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Lifting drilling ban wouldn’t do much for gas prices, report says

As national polls show that more than 70 percent of Americans favor lifting a 29-year ban on offshore oil drilling to help address skyrocketing pump prices for gasoline, U.S. Rep. Michele Bachmann, R-Minn., is crisscrossing her district with a call to remove barriers to drill in offshore areas and the Alaska National Wildlife Refuge (ANWR). 
 
According to the Center for Economic and Policy Research (CEPR) in Washington, however, there’s not enough oil in offshore areas to make much difference in world prices — which drive most worldwide pump prices, including those in the United States.     
 
Citing figures from the U.S. Energy Information Administration (EIA), the center said that at full production — which would be more than 20 years off, the EIA projects  — offshore reservoirs may yield 200,000 barrels of oil per day.

“This is only about two-tenths of a percent of current world production, and that’s not enough to affect world prices,” said Dean Baker, the lead author of a CEPR report entitled “Offshore Drilling and Energy Conservation: The Relative Impact on Gas Prices.”

And world prices are what’s critical here. Oil is a world commodity, and even though oil may be produced off the U.S. shore, it still would be priced in the world market. Unlike, for example, Saudi Arabia and Venezuela, which own and operate wells and refineries, U.S. oil is produced by private companies whose product is priced in the world market.  
 
In addition to knotty political problems (several governors, including Republican Arnold Schwarzenegger of California, oppose lifting the drilling ban), there is a worldwide shortage of drill ships that are needed to bore down to where the deep oil fields may be located. 
 
But Baker had a larger point to make. 
 
The CEPR said that had the U.S. improved automobile efficiency standards at a very modest rate of four-tenths of a gallon per year between 1985 and 2007, the United States would have saved a staggering 3.3 million barrels of oil a day, or more than 16 times the rate that may be obtained from offshore sources. 
 
Presidents Gerald Ford and Jimmy Carter pushed national fuel-efficiency standards in cars after the oil embargo imposed by the muscle-flexing Organization of Petroleum Exporting Countries (OPEC) in the 1970s. But as oil prices fell in the 1980s, automakers and their allied labor unions converged to politically stomp out a continuation of the fuel-efficiency requirements, a move that helped drive Americans to turn to gas-guzzling SUVs and large pickups.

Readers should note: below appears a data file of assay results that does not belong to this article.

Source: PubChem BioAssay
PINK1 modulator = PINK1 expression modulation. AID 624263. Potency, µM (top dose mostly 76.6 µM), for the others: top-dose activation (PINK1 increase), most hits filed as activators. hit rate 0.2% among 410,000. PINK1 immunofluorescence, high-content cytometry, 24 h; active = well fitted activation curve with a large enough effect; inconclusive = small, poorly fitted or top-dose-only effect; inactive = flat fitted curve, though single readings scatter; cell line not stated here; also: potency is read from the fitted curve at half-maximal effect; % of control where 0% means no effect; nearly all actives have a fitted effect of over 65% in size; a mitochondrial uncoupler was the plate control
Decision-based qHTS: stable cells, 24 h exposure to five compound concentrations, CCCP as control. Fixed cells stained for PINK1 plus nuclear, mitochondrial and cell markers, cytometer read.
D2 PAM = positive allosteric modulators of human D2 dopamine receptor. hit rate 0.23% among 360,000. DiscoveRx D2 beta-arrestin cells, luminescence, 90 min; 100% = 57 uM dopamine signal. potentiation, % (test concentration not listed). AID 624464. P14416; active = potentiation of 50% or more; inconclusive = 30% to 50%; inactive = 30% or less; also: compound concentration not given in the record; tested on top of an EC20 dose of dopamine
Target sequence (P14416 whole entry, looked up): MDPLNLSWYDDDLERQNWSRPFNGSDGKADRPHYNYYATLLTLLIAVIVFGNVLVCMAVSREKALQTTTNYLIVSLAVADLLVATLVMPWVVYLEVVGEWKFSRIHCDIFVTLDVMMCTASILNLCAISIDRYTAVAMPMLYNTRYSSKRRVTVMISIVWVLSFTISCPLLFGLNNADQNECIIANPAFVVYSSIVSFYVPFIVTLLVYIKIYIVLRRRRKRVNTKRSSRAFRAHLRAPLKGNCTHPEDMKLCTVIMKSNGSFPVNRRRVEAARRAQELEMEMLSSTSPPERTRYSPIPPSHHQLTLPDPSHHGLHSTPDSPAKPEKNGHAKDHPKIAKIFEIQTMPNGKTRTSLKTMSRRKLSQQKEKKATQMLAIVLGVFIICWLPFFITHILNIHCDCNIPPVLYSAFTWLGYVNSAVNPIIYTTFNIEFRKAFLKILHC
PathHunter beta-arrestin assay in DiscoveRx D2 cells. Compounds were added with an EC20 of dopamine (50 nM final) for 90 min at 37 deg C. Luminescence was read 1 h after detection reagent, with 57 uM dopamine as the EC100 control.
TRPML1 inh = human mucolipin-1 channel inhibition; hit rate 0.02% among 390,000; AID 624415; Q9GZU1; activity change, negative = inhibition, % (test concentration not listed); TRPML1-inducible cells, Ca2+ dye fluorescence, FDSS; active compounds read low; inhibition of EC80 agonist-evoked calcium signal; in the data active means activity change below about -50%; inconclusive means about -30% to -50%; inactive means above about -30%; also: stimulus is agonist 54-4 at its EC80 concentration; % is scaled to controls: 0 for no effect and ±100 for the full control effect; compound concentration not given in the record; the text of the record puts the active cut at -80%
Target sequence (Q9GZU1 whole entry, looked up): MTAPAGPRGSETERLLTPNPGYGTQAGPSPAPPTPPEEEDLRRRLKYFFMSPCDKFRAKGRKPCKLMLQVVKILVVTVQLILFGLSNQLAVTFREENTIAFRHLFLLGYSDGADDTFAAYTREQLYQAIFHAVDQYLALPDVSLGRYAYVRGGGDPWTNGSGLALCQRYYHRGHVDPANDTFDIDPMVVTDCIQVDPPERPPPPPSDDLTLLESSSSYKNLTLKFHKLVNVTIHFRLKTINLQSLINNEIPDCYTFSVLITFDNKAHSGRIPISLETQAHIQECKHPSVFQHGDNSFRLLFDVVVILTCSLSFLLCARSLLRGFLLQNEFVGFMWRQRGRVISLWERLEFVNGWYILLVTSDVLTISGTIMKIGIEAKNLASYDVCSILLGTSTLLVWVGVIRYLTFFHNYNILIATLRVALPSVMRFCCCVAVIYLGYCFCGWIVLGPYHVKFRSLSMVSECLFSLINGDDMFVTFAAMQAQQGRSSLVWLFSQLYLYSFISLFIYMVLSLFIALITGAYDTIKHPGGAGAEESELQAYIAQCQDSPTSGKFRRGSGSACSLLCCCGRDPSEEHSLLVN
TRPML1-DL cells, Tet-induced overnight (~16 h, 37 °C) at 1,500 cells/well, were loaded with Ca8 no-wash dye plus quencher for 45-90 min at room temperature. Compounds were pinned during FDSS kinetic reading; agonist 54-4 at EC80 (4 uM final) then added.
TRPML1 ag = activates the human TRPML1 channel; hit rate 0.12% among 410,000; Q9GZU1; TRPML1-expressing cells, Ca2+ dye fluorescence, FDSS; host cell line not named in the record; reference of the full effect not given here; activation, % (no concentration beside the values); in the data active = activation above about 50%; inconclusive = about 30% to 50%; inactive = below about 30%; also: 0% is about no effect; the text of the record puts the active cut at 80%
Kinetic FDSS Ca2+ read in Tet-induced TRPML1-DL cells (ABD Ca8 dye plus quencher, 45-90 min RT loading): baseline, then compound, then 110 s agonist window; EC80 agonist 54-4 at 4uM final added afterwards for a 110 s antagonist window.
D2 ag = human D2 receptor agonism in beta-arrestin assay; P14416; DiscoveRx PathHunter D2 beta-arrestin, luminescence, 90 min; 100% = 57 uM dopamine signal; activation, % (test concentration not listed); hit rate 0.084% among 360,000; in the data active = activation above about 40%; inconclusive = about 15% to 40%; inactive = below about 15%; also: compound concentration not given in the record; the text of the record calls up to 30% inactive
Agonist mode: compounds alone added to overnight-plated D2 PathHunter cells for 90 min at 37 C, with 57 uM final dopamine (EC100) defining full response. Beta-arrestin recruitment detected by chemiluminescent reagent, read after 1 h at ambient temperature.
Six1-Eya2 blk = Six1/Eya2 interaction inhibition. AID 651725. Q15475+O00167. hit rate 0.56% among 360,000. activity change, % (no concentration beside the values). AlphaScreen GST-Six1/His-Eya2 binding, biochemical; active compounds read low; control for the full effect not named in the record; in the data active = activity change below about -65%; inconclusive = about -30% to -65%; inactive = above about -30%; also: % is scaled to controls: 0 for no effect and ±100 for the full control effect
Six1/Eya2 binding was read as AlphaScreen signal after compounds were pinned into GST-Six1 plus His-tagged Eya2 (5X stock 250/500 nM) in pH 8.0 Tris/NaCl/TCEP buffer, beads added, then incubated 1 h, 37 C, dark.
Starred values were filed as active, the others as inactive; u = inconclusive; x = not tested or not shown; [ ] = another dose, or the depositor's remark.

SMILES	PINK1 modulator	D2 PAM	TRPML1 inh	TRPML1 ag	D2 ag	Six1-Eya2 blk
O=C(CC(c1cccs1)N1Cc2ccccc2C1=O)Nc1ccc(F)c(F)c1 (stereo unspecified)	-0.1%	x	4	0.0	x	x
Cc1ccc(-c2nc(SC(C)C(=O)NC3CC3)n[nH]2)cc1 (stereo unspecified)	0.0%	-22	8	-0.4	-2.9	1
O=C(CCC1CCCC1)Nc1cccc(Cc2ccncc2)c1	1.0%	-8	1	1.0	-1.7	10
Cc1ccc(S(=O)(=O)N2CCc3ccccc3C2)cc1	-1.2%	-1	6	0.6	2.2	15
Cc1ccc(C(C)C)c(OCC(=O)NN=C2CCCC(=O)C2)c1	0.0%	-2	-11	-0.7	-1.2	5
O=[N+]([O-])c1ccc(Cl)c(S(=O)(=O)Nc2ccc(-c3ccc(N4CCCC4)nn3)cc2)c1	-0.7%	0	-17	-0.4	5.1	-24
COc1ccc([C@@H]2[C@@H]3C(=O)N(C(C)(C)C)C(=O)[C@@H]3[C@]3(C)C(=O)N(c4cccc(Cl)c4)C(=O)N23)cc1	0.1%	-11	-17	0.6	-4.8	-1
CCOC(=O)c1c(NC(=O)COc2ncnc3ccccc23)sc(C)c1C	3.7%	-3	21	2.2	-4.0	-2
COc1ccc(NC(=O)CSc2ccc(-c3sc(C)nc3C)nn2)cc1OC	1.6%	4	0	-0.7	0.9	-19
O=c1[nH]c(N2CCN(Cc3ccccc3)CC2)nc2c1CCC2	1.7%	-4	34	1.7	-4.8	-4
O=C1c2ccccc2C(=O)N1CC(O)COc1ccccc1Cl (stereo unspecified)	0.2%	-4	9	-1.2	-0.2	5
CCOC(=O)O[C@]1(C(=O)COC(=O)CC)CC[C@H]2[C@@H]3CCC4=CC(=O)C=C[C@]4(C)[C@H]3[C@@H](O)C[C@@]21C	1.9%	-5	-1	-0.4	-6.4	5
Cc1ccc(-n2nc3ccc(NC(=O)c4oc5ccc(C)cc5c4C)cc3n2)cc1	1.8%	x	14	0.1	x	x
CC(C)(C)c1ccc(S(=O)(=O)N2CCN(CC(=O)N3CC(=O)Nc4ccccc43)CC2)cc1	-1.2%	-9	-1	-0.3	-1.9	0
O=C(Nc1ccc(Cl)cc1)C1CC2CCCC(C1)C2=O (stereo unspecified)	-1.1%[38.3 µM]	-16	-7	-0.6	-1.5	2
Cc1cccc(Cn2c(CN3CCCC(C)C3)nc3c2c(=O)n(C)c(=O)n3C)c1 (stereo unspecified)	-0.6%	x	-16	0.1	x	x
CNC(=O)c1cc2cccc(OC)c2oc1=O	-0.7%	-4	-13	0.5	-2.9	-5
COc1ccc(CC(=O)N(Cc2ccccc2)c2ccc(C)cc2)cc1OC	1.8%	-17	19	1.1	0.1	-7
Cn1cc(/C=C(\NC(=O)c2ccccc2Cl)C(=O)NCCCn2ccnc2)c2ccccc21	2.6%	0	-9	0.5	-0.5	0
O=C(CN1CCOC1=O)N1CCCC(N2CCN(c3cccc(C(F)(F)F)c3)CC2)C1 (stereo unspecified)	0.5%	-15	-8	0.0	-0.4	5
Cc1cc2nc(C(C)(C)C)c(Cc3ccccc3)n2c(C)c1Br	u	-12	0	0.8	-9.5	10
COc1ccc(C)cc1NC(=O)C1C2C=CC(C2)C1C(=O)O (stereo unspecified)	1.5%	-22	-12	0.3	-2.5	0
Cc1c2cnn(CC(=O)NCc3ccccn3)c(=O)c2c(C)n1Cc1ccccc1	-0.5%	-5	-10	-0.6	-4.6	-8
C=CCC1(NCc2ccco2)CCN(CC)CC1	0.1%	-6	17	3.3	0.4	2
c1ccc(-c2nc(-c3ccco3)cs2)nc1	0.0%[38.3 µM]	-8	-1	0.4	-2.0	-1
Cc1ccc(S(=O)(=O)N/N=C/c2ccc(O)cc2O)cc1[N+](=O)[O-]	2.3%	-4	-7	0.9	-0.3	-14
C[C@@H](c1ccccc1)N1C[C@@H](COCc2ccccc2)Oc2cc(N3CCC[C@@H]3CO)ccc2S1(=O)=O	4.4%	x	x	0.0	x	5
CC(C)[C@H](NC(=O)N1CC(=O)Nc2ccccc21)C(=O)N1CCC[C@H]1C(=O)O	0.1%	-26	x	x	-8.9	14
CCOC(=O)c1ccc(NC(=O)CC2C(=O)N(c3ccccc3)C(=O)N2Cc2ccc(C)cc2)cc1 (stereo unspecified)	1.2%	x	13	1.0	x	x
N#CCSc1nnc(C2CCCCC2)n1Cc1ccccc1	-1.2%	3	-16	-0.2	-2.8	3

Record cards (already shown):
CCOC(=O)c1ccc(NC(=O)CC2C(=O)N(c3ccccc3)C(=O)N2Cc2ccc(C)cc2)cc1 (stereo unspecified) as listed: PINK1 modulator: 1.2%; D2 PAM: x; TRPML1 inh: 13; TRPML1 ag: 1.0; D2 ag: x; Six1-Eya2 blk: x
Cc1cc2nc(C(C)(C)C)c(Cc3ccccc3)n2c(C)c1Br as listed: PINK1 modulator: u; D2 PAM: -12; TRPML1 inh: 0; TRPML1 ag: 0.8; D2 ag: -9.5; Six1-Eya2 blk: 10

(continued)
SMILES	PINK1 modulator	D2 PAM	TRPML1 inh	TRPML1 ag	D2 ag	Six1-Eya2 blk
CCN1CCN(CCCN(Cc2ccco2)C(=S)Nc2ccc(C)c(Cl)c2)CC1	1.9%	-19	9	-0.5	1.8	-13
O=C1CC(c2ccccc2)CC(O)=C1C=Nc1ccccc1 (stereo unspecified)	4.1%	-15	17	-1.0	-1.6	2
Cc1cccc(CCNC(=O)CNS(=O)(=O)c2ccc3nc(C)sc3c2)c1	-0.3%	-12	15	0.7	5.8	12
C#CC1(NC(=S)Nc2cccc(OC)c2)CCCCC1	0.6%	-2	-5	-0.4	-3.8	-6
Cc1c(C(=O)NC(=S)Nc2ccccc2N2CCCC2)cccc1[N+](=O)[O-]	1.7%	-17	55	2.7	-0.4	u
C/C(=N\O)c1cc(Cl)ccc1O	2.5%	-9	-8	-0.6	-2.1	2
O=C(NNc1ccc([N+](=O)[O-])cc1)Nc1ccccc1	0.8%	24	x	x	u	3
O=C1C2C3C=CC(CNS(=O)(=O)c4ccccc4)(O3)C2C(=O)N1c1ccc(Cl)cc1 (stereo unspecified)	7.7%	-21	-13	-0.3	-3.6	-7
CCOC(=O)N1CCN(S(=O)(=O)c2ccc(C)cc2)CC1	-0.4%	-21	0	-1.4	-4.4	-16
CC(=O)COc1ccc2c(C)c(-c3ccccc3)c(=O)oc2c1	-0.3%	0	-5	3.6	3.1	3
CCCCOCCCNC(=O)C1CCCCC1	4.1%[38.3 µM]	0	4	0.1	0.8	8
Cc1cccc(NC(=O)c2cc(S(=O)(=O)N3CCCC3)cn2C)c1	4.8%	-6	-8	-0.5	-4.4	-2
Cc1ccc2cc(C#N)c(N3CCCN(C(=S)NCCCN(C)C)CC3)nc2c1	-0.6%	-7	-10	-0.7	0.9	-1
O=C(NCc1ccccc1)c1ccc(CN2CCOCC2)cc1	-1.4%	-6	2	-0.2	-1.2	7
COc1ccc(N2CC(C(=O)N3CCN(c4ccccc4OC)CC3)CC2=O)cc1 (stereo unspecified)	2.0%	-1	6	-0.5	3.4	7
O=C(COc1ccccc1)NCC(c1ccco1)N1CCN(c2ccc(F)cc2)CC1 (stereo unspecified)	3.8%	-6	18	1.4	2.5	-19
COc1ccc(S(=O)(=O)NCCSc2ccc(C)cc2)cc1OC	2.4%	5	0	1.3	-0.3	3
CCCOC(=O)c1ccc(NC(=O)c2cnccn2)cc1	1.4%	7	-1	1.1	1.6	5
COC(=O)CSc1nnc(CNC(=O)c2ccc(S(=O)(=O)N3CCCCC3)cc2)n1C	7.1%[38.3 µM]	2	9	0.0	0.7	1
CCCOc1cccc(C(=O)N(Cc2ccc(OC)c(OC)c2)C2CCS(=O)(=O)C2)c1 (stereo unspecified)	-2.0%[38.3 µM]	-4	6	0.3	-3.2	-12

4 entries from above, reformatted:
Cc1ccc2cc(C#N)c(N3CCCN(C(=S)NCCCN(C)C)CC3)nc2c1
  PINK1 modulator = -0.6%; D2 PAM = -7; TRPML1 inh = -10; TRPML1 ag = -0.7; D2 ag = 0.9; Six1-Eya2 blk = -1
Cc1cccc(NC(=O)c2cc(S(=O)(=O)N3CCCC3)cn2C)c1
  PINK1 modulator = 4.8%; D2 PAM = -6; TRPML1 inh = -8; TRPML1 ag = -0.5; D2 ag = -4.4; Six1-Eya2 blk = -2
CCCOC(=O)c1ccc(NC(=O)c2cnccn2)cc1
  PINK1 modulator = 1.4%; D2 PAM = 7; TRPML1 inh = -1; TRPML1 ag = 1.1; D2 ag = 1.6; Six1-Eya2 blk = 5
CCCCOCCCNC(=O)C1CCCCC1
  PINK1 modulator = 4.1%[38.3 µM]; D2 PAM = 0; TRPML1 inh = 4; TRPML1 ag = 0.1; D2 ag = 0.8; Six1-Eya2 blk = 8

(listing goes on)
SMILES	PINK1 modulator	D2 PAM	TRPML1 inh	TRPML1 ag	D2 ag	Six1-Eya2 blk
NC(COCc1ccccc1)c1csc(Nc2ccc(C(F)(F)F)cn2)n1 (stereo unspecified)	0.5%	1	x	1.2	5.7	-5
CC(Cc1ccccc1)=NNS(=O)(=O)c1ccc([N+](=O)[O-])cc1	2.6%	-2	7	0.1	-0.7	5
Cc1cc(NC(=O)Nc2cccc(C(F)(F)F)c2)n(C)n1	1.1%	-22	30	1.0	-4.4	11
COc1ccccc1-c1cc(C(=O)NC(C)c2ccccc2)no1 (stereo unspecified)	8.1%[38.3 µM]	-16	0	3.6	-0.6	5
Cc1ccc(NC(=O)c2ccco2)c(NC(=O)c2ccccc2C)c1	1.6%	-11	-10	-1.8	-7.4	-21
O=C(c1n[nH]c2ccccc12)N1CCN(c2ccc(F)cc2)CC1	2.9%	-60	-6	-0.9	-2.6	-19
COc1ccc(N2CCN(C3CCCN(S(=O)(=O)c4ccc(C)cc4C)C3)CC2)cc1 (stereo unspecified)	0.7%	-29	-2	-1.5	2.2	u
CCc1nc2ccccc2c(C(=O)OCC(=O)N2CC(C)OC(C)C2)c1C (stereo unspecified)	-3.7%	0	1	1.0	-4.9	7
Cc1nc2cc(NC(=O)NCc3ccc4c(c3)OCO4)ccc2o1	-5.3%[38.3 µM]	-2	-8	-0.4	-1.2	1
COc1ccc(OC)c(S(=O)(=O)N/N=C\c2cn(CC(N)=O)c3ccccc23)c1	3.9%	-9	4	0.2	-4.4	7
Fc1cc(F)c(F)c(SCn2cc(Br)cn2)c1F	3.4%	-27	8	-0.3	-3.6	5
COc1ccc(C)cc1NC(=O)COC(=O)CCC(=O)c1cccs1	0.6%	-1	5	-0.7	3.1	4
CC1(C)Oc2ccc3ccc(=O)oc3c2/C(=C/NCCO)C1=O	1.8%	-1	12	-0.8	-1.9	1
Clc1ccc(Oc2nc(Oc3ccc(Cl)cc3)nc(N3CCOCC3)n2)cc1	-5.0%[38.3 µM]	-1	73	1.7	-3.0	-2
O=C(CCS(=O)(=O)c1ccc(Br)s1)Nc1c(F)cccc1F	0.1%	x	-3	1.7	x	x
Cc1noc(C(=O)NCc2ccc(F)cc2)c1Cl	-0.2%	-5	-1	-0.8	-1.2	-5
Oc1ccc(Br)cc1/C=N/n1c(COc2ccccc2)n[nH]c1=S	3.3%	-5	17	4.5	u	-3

From 1980 to 1985, said Baker’s report, fuel economy in cars improved by 1.5 miles per gallon (mpg) per year, and for light trucks the efficiency went up by 1.1 mpg over the same period.  Large trucks were spared from efficiency standards, on the argument that they were needed by small business and agriculture. That led automakers to build passenger SUVs on truck frames, and that helped make the United States the world’s largest oil consumer (with 5 percent of the earth’s population, the United States consumes a quarter of the world’s oil). 
 
For its analysis, the CEPR assumed that auto-efficiency standards would have improved mileage by only a half gallon per year, less than a third of the pace when the standards were in place.   
 
While Americans express concern about pump prices exceeding $4 per gallon, compared to other countries gasoline here is a relative bargain. A worldwide sampling of gas prices: Japan, nearly $6 a gallon; Britain about $8.30; France over $9.50; Turkey about $11.25, and Germany $11.50. Venezuela, which nationalized the oil-production industry, charges its citizens just 12 cents a gallon.

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Comments (13)

  1. Submitted by Ron Gotzman on 07/09/2008 - 01:43 pm.

    When the Dems see high gas prices they cry “mission accomplished.”

  2. Submitted by Jacob Taintor on 07/09/2008 - 11:13 am.

    I think it’s obvious that the efforts that Rep. Bachmann and other supporters of lifting the off-shore drilling ban have more to do with campaigning than logic. In report after report, and news story after news story, it has been stated time and time again that opening off-shore drilling will not solve the fuel problem. If anything, it only serves to perpetuate it, giving people false-hope that their 45-minute commute in the family SUV will soon be cheaper.

    While I do believe that many off-shore drilling supporters – especially those who are up for re-election this Fall – understand these numerous reports about the (lack of) results this plan would yield, I fear that legislators like Bachmann will make good on their promise to voters and actually go through with this ridiculous scheme.

  3. Submitted by Thomas Swift on 07/09/2008 - 02:27 pm.

    Estimates of oil field capacities are always conservative. Google “reserves growth”.

    Too, estimated oil reserves historically do not take *all* of the oil that may be in place into account because typically a large fraction of any field is determined to be unrecoverable; or more properly stated economically unfeasable.

    However with oil at historic prices today, technologies that were heretofore considered unfeasable are feasable now. And as American oil production builds so will the technology and expertise to exploit greater percentages of oil in place.

    We will run out of oil at some point, but I don’t believe that point is anytime on the horizon.

    The Gulf of Mexico is estimated to hold as much oil as Saudia Arabia and Venezuela combined. It’s just down there, waiting to be tapped. (google “Noxal field” and “Cantarell field” to get a picture of what I’m talking about.)

    Finally, if we are not going to remove the oil, what earthly good is it?

    The renewable energy sources everyone says they want will not be forthcoming while there is still oil to be had…that’s just a fact.